Finally Touched by Tokyo

I am quite horrible at this whole discipline to write thing. I enjoy writing. In fact, as I have social anxiety writing is one of the few ways that I can get my ideas and my emotions out to people so that they can learn that I’m actually a complex person who sees the world as complexly as they. People perceive us simply because, well, expressing our deep and complex inner selves would be just plain awkward according to social convention. In addition, I have Asperger’s Syndrome, and this creates a disparity between my social expression and my true experience of the world.

I have been writing. It’s just not been in this venue.

That being said, I have finally begun to truly enjoy my time in Tokyo. I no longer perceive my surroundings as hostile; I just simply exist here. I walk through the streets and take pictures like a tourist – not because I choose not to care but simply because I’m no longer self-conscious so the thought of its being stereotyped doesn’t even occur to me. As a result, instead of seeing Tokyo from the likely erroneous perspective of others I’m finally just existing and feeling the place directly, face to face, no perceived filters.

I’ve even taken down the maps that wallpapered my walls. It may look boring, but to me it’s refreshing and exciting as any manifestation of tabula rasa is.

photo (2)

Today was a beautiful day in Tokyo. I stayed in my neighborhood – Suitengu – and wandered from one fanciful site – a newly discovered shrine, etc. – to the next – an unexperienced café, etc. – until I’d found myself lost.


I’ve a propensity for becoming lost, but I’ve discovered that my talent for regaining my bearings is just as formidable.


Today is Hina Matsuri in Japan, and Shinto shrines were decorated presumably in honor of the holiday which includes the tradition of setting up an elaborate display of dolls for the happiness of little ladies everywhere and the familial hope that they’ll get married off sooner than later.


The culture shock is over. These sites that were once alien to me inciting the impulse of otherness are now interesting attractions. Perhaps ironically, post-shock I feel like a happy tourist more than ever, in part because I no longer feel the obligation to assimilate, so the pressure is removed and I can be eager and also proud of “otherness”.

I love Japan. I love Tokyo. It’s a city of such orderliness that I crave chaos from time to time although concurrently I am in awe of the concerted social harmony that has fossilized so.

Anyway, I have officially submitted my notice of resignation, and I will return to Appalachia just as the length of days is filling to the zenith of summer. I’m excited about returning home to my family, my continuing education, and my boyfriend, but a piece of me has melded with the earth of this crazy town so that I’ll always annoy my close acquaintances with “when I lived in Tokyo…” I hope to return here some day to reunite with the part of my spirit that will inevitably remain here, but I’ll be in a very different place in my life and thus Tokyo will be different to me then just as it is different to me now from when I first visited the place as a transient student who was simply passing through.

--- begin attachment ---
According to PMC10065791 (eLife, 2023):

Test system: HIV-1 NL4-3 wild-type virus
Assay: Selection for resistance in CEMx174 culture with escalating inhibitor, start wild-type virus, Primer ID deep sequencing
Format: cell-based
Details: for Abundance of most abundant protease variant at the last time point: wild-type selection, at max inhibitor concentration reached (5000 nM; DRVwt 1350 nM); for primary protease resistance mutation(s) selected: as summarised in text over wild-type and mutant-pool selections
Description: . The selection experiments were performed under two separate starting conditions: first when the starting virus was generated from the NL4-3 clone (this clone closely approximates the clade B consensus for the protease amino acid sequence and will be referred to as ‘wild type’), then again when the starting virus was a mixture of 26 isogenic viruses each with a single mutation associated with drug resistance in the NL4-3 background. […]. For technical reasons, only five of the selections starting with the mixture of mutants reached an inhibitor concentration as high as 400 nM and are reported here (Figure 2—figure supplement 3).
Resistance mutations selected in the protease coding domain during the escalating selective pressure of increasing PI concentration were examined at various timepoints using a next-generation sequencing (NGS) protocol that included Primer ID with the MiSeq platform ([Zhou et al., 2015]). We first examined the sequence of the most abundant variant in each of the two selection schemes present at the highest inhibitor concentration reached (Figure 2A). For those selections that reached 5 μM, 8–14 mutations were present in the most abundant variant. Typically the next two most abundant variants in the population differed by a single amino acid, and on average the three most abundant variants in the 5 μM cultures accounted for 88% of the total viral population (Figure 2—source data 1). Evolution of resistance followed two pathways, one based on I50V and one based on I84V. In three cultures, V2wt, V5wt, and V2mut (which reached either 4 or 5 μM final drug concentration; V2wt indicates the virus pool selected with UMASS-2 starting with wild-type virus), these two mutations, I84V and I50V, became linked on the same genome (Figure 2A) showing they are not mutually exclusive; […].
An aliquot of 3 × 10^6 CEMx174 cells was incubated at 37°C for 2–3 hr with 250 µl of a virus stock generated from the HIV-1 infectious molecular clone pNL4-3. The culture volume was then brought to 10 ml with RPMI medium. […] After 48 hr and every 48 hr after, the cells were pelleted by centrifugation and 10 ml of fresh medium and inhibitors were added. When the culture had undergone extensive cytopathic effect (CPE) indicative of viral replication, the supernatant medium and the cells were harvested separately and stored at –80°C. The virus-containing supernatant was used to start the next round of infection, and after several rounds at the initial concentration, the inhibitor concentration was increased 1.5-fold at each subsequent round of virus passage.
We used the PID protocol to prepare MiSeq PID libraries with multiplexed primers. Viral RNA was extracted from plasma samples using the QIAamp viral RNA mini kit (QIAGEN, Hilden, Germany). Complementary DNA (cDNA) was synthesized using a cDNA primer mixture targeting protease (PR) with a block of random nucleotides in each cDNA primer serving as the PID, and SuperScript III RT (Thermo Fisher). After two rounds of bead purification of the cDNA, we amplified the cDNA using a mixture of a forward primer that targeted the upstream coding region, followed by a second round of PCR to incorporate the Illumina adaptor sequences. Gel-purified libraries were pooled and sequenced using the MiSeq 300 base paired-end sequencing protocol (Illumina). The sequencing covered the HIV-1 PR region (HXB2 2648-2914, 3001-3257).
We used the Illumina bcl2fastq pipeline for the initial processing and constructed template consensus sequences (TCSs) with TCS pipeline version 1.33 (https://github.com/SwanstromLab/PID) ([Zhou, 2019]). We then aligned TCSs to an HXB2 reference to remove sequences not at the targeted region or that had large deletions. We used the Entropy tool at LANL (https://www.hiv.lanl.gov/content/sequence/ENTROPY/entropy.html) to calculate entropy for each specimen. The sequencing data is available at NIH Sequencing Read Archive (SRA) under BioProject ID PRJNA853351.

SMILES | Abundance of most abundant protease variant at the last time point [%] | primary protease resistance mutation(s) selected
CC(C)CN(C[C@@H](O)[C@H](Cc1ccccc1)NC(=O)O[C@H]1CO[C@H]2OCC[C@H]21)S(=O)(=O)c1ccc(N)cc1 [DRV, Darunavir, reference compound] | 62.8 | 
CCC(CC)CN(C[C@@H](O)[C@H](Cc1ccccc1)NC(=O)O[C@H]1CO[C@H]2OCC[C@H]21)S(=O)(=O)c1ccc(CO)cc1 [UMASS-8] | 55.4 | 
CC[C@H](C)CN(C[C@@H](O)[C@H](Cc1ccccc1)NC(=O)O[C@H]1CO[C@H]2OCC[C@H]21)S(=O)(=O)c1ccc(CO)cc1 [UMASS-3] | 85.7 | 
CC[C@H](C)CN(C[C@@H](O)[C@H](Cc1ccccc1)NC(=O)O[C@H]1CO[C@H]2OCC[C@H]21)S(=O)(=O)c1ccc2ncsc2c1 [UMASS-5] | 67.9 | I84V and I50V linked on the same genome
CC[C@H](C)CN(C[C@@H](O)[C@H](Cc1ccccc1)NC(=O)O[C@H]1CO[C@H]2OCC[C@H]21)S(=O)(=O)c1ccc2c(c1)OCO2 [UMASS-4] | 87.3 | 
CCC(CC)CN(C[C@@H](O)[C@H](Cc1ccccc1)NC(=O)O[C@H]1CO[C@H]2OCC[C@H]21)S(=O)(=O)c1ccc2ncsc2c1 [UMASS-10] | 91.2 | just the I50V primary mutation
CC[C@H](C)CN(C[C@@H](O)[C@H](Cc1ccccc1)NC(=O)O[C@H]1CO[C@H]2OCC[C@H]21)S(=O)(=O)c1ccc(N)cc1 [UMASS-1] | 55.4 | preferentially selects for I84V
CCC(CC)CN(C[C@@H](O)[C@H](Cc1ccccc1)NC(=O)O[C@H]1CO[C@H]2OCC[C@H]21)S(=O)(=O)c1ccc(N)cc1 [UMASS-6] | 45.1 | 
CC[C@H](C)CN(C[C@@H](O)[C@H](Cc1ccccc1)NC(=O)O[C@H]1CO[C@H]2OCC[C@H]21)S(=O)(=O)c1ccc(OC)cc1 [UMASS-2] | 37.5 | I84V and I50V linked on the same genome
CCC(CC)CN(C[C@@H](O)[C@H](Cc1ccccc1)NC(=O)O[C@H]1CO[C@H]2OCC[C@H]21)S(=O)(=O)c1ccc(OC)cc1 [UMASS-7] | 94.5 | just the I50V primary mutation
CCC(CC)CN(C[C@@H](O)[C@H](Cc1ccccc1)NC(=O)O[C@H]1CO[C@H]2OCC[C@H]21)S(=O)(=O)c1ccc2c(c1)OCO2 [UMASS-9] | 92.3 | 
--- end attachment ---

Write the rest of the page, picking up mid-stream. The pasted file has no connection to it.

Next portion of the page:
Seeing and Believing

Instead of getting hung up on the past with this blog, I’m going to alternate stories of my settling and my present, daily experiences.

Today, after church, I walked outside into afternoon sun that was so clean and bright that the concrete and glass buildings of Omotesando were animated, like nothing was exempt from celebrating the light. One of my favorite buildings is Tod’s: the facade is white with sharp geometric shapes cut out at random into windows. It’s a very clean and interesting building, and especially today in the sunlight it looked like a sharpened, bleached pumice stone.


Some of my favorite toys when I was little were either rounded and simple or wildly decorated. The joy of color and shape that is distinct from what you can see in nature is naturally alluring. At least in small part this relates to our original inclination to progress beyond what we have, whether this means with ornateness or unnatural simplicity.

It is amazing to see how much we can strip a visual object down to a most simple form until its basic-ness inspires transcendence into the ethereal curiosity that we knew as children. I think that since humanity has reached an apex of ornate aesthetic (Versailles, etc.) the sort of design that can take us to that curiosity of the unexplored that we experienced when life was new is the inversion of “adding on.” The pendulum has swung to find beauty in the most basic core of identification instead of heavenly romance. While both have the power of transcendence, it seems that traditional aesthetic focuses on building upon knowledge toward the sky while modern, minimalistic aesthetic puts weight on what we find within what’s already here.